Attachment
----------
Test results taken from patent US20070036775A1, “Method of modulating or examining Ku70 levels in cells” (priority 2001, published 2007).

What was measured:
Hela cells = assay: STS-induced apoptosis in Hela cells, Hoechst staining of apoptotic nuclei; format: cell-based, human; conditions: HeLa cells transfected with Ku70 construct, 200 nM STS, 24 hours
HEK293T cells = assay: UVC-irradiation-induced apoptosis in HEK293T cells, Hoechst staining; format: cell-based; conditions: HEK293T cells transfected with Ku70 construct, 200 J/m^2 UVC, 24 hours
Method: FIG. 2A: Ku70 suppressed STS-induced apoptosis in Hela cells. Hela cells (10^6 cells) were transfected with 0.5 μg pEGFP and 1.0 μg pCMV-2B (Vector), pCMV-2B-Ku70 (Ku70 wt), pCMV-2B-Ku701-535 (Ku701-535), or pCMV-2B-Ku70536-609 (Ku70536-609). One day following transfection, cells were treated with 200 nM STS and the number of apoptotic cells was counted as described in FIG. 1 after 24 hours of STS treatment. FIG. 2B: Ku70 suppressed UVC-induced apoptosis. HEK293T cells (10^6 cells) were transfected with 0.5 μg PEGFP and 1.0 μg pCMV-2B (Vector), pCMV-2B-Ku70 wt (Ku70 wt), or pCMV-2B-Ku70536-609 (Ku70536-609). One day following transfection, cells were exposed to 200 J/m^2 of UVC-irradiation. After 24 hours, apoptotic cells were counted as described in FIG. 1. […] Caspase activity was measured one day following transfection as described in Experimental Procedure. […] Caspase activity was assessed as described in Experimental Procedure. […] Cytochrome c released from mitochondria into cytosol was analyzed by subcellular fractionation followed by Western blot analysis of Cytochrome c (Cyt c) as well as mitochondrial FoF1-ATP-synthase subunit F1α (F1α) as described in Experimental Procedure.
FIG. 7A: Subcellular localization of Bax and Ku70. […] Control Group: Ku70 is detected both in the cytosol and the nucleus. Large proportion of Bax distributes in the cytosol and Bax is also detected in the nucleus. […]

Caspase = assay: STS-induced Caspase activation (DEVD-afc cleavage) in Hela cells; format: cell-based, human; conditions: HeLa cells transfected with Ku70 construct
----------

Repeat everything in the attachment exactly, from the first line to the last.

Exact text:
Test results taken from patent US20070036775A1, “Method of modulating or examining Ku70 levels in cells” (priority 2001, published 2007).

What was measured:
Hela cells = assay: STS-induced apoptosis in Hela cells, Hoechst staining of apoptotic nuclei; format: cell-based, human; conditions: HeLa cells transfected with Ku70 construct, 200 nM STS, 24 hours
HEK293T cells = assay: UVC-irradiation-induced apoptosis in HEK293T cells, Hoechst staining; format: cell-based; conditions: HEK293T cells transfected with Ku70 construct, 200 J/m^2 UVC, 24 hours
Method: FIG. 2A: Ku70 suppressed STS-induced apoptosis in Hela cells. Hela cells (10^6 cells) were transfected with 0.5 μg pEGFP and 1.0 μg pCMV-2B (Vector), pCMV-2B-Ku70 (Ku70 wt), pCMV-2B-Ku701-535 (Ku701-535), or pCMV-2B-Ku70536-609 (Ku70536-609). One day following transfection, cells were treated with 200 nM STS and the number of apoptotic cells was counted as described in FIG. 1 after 24 hours of STS treatment. FIG. 2B: Ku70 suppressed UVC-induced apoptosis. HEK293T cells (10^6 cells) were transfected with 0.5 μg PEGFP and 1.0 μg pCMV-2B (Vector), pCMV-2B-Ku70 wt (Ku70 wt), or pCMV-2B-Ku70536-609 (Ku70536-609). One day following transfection, cells were exposed to 200 J/m^2 of UVC-irradiation. After 24 hours, apoptotic cells were counted as described in FIG. 1. […] Caspase activity was measured one day following transfection as described in Experimental Procedure. […] Caspase activity was assessed as described in Experimental Procedure. […] Cytochrome c released from mitochondria into cytosol was analyzed by subcellular fractionation followed by Western blot analysis of Cytochrome c (Cyt c) as well as mitochondrial FoF1-ATP-synthase subunit F1α (F1α) as described in Experimental Procedure.
FIG. 7A: Subcellular localization of Bax and Ku70. […] Control Group: Ku70 is detected both in the cytosol and the nucleus. Large proportion of Bax distributes in the cytosol and Bax is also detected in the nucleus. […]

Caspase = assay: STS-induced Caspase activation (DEVD-afc cleavage) in Hela cells; format: cell-based, human; conditions: HeLa cells transfected with Ku70 construct